Born in Anchorage, Kentucky, Osborne grew up singing punk rock and musical theater, but relocated to New York to study filmmaking. It was there the blues came calling, and she would discover her true voice singing in cover bands and listening to such iconic African American singers as Big Mama Thornton, Etta James and Tina Turner. She talked to Houstonia about those influences, her earliest experiences with Dylan’s music, and the Dylan-esque impact she and her contemporaries have made as women who rock. 

Do you remember the first time you heard Bob Dylan?

Probably not until I started to do music seriously when I was living in New York and discovered the whole blues scene that was happening. A lot of that scene was happening down in Greenwich Village, in the same places Dylan and the folk musicians of his era had played. People still performed that music every night in that neighborhood in those clubs. As I started to educate myself about blues and American roots music, you don’t dig very far without hitting Bob Dylan, and I began to understand why people hold him in such high regard, and started singing some of his songs.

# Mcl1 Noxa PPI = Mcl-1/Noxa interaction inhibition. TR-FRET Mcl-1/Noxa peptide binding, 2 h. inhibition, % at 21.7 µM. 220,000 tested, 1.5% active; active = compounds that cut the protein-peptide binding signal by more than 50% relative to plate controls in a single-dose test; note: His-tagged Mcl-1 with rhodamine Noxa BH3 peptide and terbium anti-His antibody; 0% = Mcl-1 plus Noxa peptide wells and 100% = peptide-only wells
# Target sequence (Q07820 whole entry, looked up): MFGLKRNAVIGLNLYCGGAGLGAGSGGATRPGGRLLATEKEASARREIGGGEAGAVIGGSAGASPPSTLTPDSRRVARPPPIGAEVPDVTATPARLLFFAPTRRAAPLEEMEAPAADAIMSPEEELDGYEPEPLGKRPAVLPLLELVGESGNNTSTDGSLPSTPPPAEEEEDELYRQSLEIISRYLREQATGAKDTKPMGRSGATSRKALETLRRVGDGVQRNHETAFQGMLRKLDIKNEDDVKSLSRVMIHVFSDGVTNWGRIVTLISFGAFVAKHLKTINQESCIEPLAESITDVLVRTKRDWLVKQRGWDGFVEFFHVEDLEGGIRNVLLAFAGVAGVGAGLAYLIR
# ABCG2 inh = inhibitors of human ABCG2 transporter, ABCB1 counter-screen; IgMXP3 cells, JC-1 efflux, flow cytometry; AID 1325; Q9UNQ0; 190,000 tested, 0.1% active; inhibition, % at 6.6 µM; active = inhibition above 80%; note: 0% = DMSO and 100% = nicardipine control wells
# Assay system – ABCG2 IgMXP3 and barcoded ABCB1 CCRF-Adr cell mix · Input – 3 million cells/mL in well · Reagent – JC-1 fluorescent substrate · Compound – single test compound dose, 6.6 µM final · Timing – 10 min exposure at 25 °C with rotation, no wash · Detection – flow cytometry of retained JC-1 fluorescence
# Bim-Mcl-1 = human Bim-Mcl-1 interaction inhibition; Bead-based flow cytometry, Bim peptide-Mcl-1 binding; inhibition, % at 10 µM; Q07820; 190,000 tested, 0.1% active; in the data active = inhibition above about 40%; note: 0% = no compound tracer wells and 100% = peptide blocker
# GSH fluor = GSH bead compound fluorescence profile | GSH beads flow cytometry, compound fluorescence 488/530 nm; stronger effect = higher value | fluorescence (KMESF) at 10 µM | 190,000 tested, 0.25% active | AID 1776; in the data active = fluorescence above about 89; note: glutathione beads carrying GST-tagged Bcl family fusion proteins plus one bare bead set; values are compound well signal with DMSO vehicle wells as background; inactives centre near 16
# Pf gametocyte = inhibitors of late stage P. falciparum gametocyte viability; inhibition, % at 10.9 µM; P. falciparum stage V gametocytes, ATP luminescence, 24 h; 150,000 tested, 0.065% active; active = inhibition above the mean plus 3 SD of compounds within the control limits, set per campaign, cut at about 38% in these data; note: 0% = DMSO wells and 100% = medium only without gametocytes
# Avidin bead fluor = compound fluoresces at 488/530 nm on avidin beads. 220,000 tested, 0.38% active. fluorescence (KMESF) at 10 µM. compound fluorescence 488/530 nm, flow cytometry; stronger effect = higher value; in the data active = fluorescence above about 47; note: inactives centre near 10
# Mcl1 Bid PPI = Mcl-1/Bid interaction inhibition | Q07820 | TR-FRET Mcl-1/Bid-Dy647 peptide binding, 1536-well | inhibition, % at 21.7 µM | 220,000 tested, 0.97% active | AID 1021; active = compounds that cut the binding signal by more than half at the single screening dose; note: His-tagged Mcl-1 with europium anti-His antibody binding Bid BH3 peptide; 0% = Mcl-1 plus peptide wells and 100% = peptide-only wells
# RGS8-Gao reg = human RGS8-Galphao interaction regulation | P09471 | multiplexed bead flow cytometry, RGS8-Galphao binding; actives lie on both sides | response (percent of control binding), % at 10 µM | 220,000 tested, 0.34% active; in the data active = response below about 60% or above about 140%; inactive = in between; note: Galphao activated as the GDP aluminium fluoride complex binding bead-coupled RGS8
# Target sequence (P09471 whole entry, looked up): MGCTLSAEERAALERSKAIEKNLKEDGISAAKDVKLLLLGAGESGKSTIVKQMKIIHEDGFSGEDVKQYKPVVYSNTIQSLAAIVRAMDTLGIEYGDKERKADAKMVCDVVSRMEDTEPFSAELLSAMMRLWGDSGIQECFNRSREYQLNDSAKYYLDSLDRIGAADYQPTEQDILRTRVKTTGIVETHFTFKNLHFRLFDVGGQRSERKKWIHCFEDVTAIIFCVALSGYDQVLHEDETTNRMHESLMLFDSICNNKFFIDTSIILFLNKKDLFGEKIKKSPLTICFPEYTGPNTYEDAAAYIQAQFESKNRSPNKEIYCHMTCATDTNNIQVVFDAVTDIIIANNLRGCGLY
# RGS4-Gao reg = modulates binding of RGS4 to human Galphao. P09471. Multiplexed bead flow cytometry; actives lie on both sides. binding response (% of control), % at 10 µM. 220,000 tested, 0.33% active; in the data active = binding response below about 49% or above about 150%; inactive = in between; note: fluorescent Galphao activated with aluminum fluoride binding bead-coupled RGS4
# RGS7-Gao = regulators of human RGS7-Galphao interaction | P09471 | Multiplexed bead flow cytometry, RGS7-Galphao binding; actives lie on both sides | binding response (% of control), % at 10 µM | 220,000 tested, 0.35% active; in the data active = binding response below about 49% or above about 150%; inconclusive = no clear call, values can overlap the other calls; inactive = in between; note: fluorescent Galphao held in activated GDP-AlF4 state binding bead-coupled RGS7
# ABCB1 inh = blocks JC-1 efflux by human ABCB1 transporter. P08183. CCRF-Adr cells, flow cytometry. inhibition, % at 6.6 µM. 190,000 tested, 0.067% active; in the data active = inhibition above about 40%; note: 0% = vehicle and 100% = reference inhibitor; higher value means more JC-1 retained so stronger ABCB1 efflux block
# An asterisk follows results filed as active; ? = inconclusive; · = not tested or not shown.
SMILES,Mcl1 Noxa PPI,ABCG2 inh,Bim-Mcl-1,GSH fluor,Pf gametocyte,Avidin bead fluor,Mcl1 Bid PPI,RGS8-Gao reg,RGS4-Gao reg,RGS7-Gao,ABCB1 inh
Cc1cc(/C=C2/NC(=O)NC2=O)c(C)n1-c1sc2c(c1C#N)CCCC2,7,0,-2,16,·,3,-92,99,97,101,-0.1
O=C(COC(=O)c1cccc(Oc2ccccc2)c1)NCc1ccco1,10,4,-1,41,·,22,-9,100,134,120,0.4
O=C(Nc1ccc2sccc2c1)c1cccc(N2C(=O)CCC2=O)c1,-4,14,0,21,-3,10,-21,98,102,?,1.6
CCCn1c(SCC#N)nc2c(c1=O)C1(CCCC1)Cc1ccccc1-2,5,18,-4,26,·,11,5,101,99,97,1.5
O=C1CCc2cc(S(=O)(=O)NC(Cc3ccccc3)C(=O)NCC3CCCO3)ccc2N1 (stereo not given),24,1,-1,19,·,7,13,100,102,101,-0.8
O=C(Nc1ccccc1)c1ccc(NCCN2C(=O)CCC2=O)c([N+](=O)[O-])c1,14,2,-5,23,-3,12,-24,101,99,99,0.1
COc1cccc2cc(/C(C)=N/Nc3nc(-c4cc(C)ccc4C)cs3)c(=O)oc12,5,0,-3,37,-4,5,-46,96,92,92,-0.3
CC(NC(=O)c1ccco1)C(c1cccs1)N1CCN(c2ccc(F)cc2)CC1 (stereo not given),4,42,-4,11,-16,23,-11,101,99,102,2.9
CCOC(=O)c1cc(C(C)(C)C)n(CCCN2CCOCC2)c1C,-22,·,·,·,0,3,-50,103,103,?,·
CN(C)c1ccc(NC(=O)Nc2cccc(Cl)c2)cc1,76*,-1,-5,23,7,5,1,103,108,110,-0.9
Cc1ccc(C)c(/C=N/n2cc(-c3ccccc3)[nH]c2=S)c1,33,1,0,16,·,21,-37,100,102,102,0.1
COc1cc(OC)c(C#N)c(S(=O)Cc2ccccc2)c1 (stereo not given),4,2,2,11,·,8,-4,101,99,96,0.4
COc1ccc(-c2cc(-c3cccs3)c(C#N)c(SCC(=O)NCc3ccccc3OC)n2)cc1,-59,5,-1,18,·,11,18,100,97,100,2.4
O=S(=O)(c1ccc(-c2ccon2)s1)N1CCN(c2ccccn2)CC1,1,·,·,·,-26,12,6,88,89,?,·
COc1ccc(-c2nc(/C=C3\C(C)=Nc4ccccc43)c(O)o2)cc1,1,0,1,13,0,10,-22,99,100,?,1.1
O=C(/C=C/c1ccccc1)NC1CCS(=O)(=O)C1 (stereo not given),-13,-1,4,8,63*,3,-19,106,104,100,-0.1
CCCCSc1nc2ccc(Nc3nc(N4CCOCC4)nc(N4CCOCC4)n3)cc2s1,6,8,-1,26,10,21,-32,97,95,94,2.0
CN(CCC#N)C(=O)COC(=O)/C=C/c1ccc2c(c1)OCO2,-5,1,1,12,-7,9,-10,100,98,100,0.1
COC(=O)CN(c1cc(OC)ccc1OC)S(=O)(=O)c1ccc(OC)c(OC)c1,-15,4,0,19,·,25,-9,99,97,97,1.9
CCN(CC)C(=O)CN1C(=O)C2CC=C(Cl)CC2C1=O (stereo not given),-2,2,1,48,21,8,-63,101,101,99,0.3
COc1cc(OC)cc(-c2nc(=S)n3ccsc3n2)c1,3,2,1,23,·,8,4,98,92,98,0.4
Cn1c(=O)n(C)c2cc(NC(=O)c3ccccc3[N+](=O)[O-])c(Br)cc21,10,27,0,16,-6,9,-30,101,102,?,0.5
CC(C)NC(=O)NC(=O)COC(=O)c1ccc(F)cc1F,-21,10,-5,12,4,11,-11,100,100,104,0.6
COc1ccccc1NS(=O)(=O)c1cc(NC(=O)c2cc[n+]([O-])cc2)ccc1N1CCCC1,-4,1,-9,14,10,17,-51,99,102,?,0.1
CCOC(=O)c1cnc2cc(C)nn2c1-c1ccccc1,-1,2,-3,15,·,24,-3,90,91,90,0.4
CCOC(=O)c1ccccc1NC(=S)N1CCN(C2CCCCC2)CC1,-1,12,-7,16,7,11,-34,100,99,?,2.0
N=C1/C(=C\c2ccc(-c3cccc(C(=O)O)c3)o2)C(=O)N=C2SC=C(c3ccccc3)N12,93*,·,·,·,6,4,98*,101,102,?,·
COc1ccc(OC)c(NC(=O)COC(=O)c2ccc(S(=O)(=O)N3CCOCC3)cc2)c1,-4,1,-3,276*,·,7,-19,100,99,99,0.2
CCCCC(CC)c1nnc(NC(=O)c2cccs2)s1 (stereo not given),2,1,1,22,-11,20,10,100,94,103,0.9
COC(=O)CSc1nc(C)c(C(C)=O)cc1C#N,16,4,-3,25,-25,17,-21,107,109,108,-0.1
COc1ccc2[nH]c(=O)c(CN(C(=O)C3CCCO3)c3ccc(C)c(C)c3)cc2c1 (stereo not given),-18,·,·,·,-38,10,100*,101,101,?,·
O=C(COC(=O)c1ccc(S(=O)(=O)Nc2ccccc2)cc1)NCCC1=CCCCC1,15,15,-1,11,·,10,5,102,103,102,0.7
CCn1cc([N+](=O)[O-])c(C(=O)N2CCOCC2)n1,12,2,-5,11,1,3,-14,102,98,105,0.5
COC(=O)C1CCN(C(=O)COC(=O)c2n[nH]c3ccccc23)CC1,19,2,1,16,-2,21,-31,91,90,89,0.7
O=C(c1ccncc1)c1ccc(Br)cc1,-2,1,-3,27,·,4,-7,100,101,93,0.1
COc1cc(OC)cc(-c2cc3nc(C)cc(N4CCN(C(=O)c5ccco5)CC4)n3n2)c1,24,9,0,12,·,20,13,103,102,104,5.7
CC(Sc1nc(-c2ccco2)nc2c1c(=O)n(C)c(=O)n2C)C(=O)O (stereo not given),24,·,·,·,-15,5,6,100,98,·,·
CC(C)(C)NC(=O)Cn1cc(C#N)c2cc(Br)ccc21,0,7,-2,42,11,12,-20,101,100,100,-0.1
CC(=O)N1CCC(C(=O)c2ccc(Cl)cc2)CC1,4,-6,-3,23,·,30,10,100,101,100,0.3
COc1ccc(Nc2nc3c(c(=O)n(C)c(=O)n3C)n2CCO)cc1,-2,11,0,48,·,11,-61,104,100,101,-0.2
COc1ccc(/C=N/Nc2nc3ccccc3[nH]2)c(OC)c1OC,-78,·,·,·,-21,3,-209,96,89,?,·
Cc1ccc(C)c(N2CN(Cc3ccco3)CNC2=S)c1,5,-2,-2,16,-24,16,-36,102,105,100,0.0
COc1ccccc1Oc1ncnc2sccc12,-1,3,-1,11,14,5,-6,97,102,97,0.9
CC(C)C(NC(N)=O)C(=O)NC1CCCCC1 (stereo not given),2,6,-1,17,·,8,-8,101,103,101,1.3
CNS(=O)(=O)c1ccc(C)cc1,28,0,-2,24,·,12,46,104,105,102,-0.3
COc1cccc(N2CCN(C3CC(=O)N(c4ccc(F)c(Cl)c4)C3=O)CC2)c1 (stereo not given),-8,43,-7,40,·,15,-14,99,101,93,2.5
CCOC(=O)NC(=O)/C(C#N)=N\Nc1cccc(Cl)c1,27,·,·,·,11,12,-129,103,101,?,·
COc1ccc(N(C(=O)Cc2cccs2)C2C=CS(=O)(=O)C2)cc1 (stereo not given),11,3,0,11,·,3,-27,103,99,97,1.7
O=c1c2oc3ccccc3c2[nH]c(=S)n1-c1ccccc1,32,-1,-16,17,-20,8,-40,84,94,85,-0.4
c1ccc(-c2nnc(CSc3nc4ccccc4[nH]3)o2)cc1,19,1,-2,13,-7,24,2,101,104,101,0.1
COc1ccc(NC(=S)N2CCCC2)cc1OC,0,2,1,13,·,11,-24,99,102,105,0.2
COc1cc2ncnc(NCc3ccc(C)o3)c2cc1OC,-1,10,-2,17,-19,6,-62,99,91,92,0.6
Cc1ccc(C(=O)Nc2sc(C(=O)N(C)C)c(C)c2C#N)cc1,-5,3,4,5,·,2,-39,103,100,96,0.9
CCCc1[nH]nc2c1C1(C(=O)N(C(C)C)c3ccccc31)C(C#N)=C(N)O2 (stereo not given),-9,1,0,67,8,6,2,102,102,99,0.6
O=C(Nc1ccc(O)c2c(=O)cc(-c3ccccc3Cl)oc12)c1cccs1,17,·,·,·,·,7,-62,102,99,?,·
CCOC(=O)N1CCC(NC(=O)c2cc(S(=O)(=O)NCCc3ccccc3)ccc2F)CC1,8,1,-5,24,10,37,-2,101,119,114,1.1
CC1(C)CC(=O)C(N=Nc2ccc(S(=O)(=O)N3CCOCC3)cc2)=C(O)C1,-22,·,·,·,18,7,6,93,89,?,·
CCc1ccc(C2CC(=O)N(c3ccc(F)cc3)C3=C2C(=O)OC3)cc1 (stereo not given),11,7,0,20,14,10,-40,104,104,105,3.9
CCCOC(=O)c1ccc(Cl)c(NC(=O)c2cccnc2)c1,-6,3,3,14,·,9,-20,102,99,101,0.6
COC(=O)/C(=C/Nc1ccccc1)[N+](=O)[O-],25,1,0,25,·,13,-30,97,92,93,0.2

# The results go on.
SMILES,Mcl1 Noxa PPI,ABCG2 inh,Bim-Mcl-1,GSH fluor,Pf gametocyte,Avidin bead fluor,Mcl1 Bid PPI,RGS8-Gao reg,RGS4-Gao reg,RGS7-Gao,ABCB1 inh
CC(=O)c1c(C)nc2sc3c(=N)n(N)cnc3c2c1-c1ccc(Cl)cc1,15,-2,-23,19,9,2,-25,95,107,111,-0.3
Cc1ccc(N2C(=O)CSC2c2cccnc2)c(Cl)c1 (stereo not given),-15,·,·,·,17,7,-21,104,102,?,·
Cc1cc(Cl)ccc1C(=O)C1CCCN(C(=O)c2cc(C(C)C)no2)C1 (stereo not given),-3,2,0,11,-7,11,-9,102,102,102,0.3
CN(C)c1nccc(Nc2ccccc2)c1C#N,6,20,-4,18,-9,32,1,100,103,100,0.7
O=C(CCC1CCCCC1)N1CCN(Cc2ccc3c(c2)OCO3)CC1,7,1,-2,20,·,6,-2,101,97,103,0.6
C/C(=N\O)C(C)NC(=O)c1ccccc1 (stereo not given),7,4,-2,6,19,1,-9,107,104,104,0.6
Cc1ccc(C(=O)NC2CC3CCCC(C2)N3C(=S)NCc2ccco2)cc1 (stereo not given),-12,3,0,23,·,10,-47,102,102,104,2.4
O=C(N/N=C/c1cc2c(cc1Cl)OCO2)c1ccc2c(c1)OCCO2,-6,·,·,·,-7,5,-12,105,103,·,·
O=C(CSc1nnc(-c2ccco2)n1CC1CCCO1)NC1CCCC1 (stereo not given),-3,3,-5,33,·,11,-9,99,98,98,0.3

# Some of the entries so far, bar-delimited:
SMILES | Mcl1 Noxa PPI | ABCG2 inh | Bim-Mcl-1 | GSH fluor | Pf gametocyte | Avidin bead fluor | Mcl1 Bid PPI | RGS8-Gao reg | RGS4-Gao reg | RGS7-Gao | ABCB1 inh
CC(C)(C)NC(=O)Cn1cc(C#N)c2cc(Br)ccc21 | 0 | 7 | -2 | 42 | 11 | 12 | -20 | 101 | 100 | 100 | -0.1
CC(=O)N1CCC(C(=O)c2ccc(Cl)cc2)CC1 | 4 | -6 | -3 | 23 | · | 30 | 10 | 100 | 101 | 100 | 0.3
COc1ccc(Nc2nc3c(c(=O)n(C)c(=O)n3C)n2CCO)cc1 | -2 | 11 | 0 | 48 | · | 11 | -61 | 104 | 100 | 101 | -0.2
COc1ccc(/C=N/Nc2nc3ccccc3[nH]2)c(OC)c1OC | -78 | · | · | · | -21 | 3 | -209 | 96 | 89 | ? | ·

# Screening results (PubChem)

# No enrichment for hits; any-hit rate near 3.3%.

I remember I was onstage in a little club the night after the Berlin Wall had come down, and we sang “We Shall Be Released.” There were some people from Germany in the audience who came up to us afterwards, and they were crying. It was such an emotionally charged moment for them. And here was one of many examples of a song Bob Dylan wrote not about a specific event, and yet it was really touching people in a poetic way and describing their emotions.

Dylan changed the way people sing popular music, much in the way that Billie Holiday and Frank Sinatra did. What influence has his singing had on you as a vocalist?